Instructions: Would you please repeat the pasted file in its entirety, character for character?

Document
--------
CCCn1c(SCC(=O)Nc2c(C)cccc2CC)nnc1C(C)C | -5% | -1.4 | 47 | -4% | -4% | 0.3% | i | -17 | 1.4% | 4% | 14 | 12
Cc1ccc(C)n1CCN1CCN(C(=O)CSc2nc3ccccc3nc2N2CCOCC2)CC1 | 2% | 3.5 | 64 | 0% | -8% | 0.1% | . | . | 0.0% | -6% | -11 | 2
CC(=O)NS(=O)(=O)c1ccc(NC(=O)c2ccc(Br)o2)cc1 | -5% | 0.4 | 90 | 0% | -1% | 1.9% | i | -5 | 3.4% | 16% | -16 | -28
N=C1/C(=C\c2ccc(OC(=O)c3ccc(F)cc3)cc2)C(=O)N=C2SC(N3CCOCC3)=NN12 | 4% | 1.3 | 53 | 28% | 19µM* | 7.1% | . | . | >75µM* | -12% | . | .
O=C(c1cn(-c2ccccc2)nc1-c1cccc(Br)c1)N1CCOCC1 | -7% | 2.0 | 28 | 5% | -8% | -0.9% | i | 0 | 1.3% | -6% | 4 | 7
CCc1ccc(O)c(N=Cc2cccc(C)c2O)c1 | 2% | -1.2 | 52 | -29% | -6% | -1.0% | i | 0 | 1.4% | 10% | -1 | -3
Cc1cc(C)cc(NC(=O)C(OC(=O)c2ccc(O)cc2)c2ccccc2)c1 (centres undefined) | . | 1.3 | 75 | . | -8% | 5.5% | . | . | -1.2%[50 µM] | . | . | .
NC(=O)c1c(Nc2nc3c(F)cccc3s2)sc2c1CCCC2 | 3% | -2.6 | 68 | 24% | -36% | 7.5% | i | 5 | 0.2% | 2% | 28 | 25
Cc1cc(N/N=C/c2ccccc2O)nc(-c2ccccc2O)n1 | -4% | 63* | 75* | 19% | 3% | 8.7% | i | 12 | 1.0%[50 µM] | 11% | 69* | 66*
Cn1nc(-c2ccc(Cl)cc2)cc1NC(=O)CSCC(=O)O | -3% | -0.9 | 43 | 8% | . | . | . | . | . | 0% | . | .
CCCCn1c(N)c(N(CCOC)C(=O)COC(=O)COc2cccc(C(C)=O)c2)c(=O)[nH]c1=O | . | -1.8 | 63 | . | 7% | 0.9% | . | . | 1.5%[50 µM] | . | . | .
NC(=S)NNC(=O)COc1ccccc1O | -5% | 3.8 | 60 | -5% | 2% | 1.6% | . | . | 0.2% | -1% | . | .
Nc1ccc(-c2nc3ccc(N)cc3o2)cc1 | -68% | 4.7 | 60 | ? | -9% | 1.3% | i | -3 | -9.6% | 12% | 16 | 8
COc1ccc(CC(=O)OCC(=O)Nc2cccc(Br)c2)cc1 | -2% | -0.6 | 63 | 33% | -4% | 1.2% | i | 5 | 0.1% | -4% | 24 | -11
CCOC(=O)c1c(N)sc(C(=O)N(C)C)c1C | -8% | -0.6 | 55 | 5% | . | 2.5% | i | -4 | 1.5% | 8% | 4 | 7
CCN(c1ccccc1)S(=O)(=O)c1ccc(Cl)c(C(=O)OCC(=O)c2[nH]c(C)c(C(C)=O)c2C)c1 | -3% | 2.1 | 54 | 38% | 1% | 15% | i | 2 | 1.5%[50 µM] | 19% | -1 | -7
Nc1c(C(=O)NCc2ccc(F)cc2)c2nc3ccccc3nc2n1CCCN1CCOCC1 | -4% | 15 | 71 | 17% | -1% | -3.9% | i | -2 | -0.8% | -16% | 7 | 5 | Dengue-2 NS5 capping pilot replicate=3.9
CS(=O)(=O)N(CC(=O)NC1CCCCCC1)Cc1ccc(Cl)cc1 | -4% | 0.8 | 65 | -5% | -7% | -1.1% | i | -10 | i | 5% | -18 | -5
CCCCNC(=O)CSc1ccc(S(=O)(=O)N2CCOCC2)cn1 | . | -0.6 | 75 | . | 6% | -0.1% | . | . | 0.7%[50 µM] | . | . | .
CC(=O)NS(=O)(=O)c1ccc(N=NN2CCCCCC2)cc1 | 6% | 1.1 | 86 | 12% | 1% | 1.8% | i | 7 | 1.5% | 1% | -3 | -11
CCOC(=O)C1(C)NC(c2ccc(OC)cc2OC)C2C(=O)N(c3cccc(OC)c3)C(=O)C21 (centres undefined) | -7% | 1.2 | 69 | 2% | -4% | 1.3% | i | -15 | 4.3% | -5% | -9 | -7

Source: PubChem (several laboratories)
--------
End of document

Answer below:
CCCn1c(SCC(=O)Nc2c(C)cccc2CC)nnc1C(C)C | -5% | -1.4 | 47 | -4% | -4% | 0.3% | i | -17 | 1.4% | 4% | 14 | 12
Cc1ccc(C)n1CCN1CCN(C(=O)CSc2nc3ccccc3nc2N2CCOCC2)CC1 | 2% | 3.5 | 64 | 0% | -8% | 0.1% | . | . | 0.0% | -6% | -11 | 2
CC(=O)NS(=O)(=O)c1ccc(NC(=O)c2ccc(Br)o2)cc1 | -5% | 0.4 | 90 | 0% | -1% | 1.9% | i | -5 | 3.4% | 16% | -16 | -28
N=C1/C(=C\c2ccc(OC(=O)c3ccc(F)cc3)cc2)C(=O)N=C2SC(N3CCOCC3)=NN12 | 4% | 1.3 | 53 | 28% | 19µM* | 7.1% | . | . | >75µM* | -12% | . | .
O=C(c1cn(-c2ccccc2)nc1-c1cccc(Br)c1)N1CCOCC1 | -7% | 2.0 | 28 | 5% | -8% | -0.9% | i | 0 | 1.3% | -6% | 4 | 7
CCc1ccc(O)c(N=Cc2cccc(C)c2O)c1 | 2% | -1.2 | 52 | -29% | -6% | -1.0% | i | 0 | 1.4% | 10% | -1 | -3
Cc1cc(C)cc(NC(=O)C(OC(=O)c2ccc(O)cc2)c2ccccc2)c1 (centres undefined) | . | 1.3 | 75 | . | -8% | 5.5% | . | . | -1.2%[50 µM] | . | . | .
NC(=O)c1c(Nc2nc3c(F)cccc3s2)sc2c1CCCC2 | 3% | -2.6 | 68 | 24% | -36% | 7.5% | i | 5 | 0.2% | 2% | 28 | 25
Cc1cc(N/N=C/c2ccccc2O)nc(-c2ccccc2O)n1 | -4% | 63* | 75* | 19% | 3% | 8.7% | i | 12 | 1.0%[50 µM] | 11% | 69* | 66*
Cn1nc(-c2ccc(Cl)cc2)cc1NC(=O)CSCC(=O)O | -3% | -0.9 | 43 | 8% | . | . | . | . | . | 0% | . | .
CCCCn1c(N)c(N(CCOC)C(=O)COC(=O)COc2cccc(C(C)=O)c2)c(=O)[nH]c1=O | . | -1.8 | 63 | . | 7% | 0.9% | . | . | 1.5%[50 µM] | . | . | .
NC(=S)NNC(=O)COc1ccccc1O | -5% | 3.8 | 60 | -5% | 2% | 1.6% | . | . | 0.2% | -1% | . | .
Nc1ccc(-c2nc3ccc(N)cc3o2)cc1 | -68% | 4.7 | 60 | ? | -9% | 1.3% | i | -3 | -9.6% | 12% | 16 | 8
COc1ccc(CC(=O)OCC(=O)Nc2cccc(Br)c2)cc1 | -2% | -0.6 | 63 | 33% | -4% | 1.2% | i | 5 | 0.1% | -4% | 24 | -11
CCOC(=O)c1c(N)sc(C(=O)N(C)C)c1C | -8% | -0.6 | 55 | 5% | . | 2.5% | i | -4 | 1.5% | 8% | 4 | 7
CCN(c1ccccc1)S(=O)(=O)c1ccc(Cl)c(C(=O)OCC(=O)c2[nH]c(C)c(C(C)=O)c2C)c1 | -3% | 2.1 | 54 | 38% | 1% | 15% | i | 2 | 1.5%[50 µM] | 19% | -1 | -7
Nc1c(C(=O)NCc2ccc(F)cc2)c2nc3ccccc3nc2n1CCCN1CCOCC1 | -4% | 15 | 71 | 17% | -1% | -3.9% | i | -2 | -0.8% | -16% | 7 | 5 | Dengue-2 NS5 capping pilot replicate=3.9
CS(=O)(=O)N(CC(=O)NC1CCCCCC1)Cc1ccc(Cl)cc1 | -4% | 0.8 | 65 | -5% | -7% | -1.1% | i | -10 | i | 5% | -18 | -5
CCCCNC(=O)CSc1ccc(S(=O)(=O)N2CCOCC2)cn1 | . | -0.6 | 75 | . | 6% | -0.1% | . | . | 0.7%[50 µM] | . | . | .
CC(=O)NS(=O)(=O)c1ccc(N=NN2CCCCCC2)cc1 | 6% | 1.1 | 86 | 12% | 1% | 1.8% | i | 7 | 1.5% | 1% | -3 | -11
CCOC(=O)C1(C)NC(c2ccc(OC)cc2OC)C2C(=O)N(c3cccc(OC)c3)C(=O)C21 (centres undefined) | -7% | 1.2 | 69 | 2% | -4% | 1.3% | i | -15 | 4.3% | -5% | -9 | -7

Source: PubChem (several laboratories)